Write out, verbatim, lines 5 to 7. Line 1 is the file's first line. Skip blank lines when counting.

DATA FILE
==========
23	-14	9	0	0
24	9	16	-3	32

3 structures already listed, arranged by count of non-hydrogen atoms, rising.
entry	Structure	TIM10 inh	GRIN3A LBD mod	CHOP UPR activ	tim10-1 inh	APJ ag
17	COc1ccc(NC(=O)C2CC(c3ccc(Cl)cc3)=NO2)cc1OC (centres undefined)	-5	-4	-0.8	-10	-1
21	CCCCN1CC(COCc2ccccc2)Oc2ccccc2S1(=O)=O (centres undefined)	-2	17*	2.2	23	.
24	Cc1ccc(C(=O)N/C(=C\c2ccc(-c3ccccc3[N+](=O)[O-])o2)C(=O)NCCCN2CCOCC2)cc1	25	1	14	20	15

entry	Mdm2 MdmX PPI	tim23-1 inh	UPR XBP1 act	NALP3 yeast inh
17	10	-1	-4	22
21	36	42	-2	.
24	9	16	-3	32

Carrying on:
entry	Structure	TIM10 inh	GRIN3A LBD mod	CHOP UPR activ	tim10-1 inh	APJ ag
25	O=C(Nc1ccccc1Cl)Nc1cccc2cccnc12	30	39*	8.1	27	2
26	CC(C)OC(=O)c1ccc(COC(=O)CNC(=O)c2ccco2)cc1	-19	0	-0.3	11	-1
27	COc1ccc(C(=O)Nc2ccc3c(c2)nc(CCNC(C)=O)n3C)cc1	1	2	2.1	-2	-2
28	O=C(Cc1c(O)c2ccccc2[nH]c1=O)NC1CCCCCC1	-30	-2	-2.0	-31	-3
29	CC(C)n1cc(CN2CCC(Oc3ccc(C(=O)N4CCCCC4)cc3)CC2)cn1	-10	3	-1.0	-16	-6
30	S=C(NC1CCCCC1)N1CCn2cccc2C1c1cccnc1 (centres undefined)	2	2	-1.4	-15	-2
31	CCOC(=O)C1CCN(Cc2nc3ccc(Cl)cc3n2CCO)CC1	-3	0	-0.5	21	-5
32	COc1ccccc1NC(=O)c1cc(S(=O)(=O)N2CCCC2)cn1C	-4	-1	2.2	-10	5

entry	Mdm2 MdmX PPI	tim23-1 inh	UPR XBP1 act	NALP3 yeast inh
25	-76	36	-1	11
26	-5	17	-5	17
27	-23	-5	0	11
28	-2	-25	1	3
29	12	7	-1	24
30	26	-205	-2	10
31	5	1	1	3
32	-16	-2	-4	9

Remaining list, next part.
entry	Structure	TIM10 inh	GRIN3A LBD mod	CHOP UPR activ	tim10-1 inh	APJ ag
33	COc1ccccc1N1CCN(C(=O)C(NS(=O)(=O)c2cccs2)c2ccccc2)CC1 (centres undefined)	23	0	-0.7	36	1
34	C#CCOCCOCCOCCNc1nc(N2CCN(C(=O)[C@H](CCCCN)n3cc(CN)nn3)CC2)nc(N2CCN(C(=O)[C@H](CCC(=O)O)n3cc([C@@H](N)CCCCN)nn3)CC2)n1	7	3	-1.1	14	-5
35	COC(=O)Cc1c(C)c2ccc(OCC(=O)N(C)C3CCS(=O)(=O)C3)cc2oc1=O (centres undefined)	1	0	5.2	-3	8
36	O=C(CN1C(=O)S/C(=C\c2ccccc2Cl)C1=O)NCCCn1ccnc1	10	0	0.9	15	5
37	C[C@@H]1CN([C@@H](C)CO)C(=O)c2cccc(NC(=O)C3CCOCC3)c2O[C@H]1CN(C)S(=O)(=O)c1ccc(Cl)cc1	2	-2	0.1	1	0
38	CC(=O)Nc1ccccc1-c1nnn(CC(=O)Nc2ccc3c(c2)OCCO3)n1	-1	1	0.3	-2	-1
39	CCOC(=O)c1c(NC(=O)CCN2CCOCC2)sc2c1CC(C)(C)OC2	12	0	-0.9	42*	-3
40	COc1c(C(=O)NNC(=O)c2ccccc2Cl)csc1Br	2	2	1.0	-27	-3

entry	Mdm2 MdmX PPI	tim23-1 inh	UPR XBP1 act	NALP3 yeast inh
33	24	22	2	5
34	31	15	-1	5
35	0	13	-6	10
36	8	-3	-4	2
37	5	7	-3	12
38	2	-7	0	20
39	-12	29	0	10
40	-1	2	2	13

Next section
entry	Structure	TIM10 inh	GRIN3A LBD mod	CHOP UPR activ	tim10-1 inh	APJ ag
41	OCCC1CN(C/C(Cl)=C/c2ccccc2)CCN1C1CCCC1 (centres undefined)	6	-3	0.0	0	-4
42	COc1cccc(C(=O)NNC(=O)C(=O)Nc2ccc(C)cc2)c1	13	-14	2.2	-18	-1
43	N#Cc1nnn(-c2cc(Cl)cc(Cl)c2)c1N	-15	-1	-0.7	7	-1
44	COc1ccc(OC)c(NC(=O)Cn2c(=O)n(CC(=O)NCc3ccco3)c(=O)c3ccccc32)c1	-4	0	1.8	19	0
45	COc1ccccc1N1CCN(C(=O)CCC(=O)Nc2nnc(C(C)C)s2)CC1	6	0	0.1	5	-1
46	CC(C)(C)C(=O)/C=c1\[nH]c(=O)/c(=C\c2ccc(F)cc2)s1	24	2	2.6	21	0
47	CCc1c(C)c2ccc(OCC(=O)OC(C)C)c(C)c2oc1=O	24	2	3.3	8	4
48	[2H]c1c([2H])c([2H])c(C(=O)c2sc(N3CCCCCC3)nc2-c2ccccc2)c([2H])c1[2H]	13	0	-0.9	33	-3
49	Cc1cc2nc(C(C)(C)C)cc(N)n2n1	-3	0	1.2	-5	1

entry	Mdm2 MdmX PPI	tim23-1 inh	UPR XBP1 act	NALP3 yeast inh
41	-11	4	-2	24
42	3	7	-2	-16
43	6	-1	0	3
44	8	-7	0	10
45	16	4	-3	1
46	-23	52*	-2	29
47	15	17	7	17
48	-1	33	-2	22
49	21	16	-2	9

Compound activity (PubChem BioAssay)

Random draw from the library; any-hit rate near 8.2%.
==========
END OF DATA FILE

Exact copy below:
17	COc1ccc(NC(=O)C2CC(c3ccc(Cl)cc3)=NO2)cc1OC (centres undefined)	-5	-4	-0.8	-10	-1
21	CCCCN1CC(COCc2ccccc2)Oc2ccccc2S1(=O)=O (centres undefined)	-2	17*	2.2	23	.
24	Cc1ccc(C(=O)N/C(=C\c2ccc(-c3ccccc3[N+](=O)[O-])o2)C(=O)NCCCN2CCOCC2)cc1	25	1	14	20	15